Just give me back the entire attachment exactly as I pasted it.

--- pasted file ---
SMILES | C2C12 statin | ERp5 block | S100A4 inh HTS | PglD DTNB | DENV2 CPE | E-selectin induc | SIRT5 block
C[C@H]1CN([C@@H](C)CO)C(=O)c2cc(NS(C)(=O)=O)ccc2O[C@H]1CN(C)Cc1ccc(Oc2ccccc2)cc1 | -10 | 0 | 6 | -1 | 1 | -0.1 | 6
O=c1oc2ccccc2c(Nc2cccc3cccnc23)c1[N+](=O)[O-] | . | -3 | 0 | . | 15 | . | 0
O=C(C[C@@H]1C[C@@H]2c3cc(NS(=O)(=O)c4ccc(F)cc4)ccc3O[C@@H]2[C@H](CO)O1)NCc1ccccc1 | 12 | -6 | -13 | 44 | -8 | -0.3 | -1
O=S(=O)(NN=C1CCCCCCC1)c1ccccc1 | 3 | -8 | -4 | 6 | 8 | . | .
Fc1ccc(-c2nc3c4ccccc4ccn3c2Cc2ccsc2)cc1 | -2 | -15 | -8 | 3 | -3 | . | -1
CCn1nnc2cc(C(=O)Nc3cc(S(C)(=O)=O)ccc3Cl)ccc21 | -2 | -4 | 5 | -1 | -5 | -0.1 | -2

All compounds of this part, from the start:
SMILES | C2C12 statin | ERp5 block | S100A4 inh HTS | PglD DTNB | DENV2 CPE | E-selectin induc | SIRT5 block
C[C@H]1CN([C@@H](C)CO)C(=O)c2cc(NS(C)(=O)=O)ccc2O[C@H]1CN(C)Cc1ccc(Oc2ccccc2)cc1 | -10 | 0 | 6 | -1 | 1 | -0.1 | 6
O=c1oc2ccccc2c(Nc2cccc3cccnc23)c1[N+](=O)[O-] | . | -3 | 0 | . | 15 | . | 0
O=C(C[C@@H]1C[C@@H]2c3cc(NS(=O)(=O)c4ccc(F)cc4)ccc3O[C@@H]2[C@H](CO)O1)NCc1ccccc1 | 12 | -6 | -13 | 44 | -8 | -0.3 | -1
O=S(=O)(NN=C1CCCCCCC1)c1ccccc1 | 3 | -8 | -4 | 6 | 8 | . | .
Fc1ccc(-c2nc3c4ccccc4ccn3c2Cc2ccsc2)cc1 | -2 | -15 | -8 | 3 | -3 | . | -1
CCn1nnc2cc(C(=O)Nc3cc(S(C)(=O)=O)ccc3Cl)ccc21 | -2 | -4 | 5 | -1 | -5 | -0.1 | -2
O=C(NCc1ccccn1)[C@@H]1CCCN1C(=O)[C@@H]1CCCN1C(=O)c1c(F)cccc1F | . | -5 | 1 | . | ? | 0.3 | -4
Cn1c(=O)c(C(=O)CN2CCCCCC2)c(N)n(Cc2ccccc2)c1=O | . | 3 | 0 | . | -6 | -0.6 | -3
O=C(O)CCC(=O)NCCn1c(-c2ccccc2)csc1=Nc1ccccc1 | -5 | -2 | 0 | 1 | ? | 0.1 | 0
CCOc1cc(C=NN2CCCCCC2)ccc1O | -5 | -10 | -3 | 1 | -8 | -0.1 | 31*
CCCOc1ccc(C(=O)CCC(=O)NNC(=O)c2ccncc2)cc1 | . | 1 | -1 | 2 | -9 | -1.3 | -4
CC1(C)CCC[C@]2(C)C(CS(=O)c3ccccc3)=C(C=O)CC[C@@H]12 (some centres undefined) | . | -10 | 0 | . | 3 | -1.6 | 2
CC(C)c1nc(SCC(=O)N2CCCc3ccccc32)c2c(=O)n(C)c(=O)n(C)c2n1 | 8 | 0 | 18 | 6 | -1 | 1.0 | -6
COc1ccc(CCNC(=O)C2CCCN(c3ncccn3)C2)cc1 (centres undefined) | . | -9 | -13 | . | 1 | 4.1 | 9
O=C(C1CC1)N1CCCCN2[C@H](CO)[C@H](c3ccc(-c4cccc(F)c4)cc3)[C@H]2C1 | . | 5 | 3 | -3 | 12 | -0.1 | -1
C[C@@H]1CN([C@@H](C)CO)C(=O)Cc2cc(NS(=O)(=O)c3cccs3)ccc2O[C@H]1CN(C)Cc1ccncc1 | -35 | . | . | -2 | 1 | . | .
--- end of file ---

SMILES | C2C12 statin | ERp5 block | S100A4 inh HTS | PglD DTNB | DENV2 CPE | E-selectin induc | SIRT5 block
C[C@H]1CN([C@@H](C)CO)C(=O)c2cc(NS(C)(=O)=O)ccc2O[C@H]1CN(C)Cc1ccc(Oc2ccccc2)cc1 | -10 | 0 | 6 | -1 | 1 | -0.1 | 6
O=c1oc2ccccc2c(Nc2cccc3cccnc23)c1[N+](=O)[O-] | . | -3 | 0 | . | 15 | . | 0
O=C(C[C@@H]1C[C@@H]2c3cc(NS(=O)(=O)c4ccc(F)cc4)ccc3O[C@@H]2[C@H](CO)O1)NCc1ccccc1 | 12 | -6 | -13 | 44 | -8 | -0.3 | -1
O=S(=O)(NN=C1CCCCCCC1)c1ccccc1 | 3 | -8 | -4 | 6 | 8 | . | .
Fc1ccc(-c2nc3c4ccccc4ccn3c2Cc2ccsc2)cc1 | -2 | -15 | -8 | 3 | -3 | . | -1
CCn1nnc2cc(C(=O)Nc3cc(S(C)(=O)=O)ccc3Cl)ccc21 | -2 | -4 | 5 | -1 | -5 | -0.1 | -2

All compounds of this part, from the start:
SMILES | C2C12 statin | ERp5 block | S100A4 inh HTS | PglD DTNB | DENV2 CPE | E-selectin induc | SIRT5 block
C[C@H]1CN([C@@H](C)CO)C(=O)c2cc(NS(C)(=O)=O)ccc2O[C@H]1CN(C)Cc1ccc(Oc2ccccc2)cc1 | -10 | 0 | 6 | -1 | 1 | -0.1 | 6
O=c1oc2ccccc2c(Nc2cccc3cccnc23)c1[N+](=O)[O-] | . | -3 | 0 | . | 15 | . | 0
O=C(C[C@@H]1C[C@@H]2c3cc(NS(=O)(=O)c4ccc(F)cc4)ccc3O[C@@H]2[C@H](CO)O1)NCc1ccccc1 | 12 | -6 | -13 | 44 | -8 | -0.3 | -1
O=S(=O)(NN=C1CCCCCCC1)c1ccccc1 | 3 | -8 | -4 | 6 | 8 | . | .
Fc1ccc(-c2nc3c4ccccc4ccn3c2Cc2ccsc2)cc1 | -2 | -15 | -8 | 3 | -3 | . | -1
CCn1nnc2cc(C(=O)Nc3cc(S(C)(=O)=O)ccc3Cl)ccc21 | -2 | -4 | 5 | -1 | -5 | -0.1 | -2
O=C(NCc1ccccn1)[C@@H]1CCCN1C(=O)[C@@H]1CCCN1C(=O)c1c(F)cccc1F | . | -5 | 1 | . | ? | 0.3 | -4
Cn1c(=O)c(C(=O)CN2CCCCCC2)c(N)n(Cc2ccccc2)c1=O | . | 3 | 0 | . | -6 | -0.6 | -3
O=C(O)CCC(=O)NCCn1c(-c2ccccc2)csc1=Nc1ccccc1 | -5 | -2 | 0 | 1 | ? | 0.1 | 0
CCOc1cc(C=NN2CCCCCC2)ccc1O | -5 | -10 | -3 | 1 | -8 | -0.1 | 31*
CCCOc1ccc(C(=O)CCC(=O)NNC(=O)c2ccncc2)cc1 | . | 1 | -1 | 2 | -9 | -1.3 | -4
CC1(C)CCC[C@]2(C)C(CS(=O)c3ccccc3)=C(C=O)CC[C@@H]12 (some centres undefined) | . | -10 | 0 | . | 3 | -1.6 | 2
CC(C)c1nc(SCC(=O)N2CCCc3ccccc32)c2c(=O)n(C)c(=O)n(C)c2n1 | 8 | 0 | 18 | 6 | -1 | 1.0 | -6
COc1ccc(CCNC(=O)C2CCCN(c3ncccn3)C2)cc1 (centres undefined) | . | -9 | -13 | . | 1 | 4.1 | 9
O=C(C1CC1)N1CCCCN2[C@H](CO)[C@H](c3ccc(-c4cccc(F)c4)cc3)[C@H]2C1 | . | 5 | 3 | -3 | 12 | -0.1 | -1
C[C@@H]1CN([C@@H](C)CO)C(=O)Cc2cc(NS(=O)(=O)c3cccs3)ccc2O[C@H]1CN(C)Cc1ccncc1 | -35 | . | . | -2 | 1 | . | .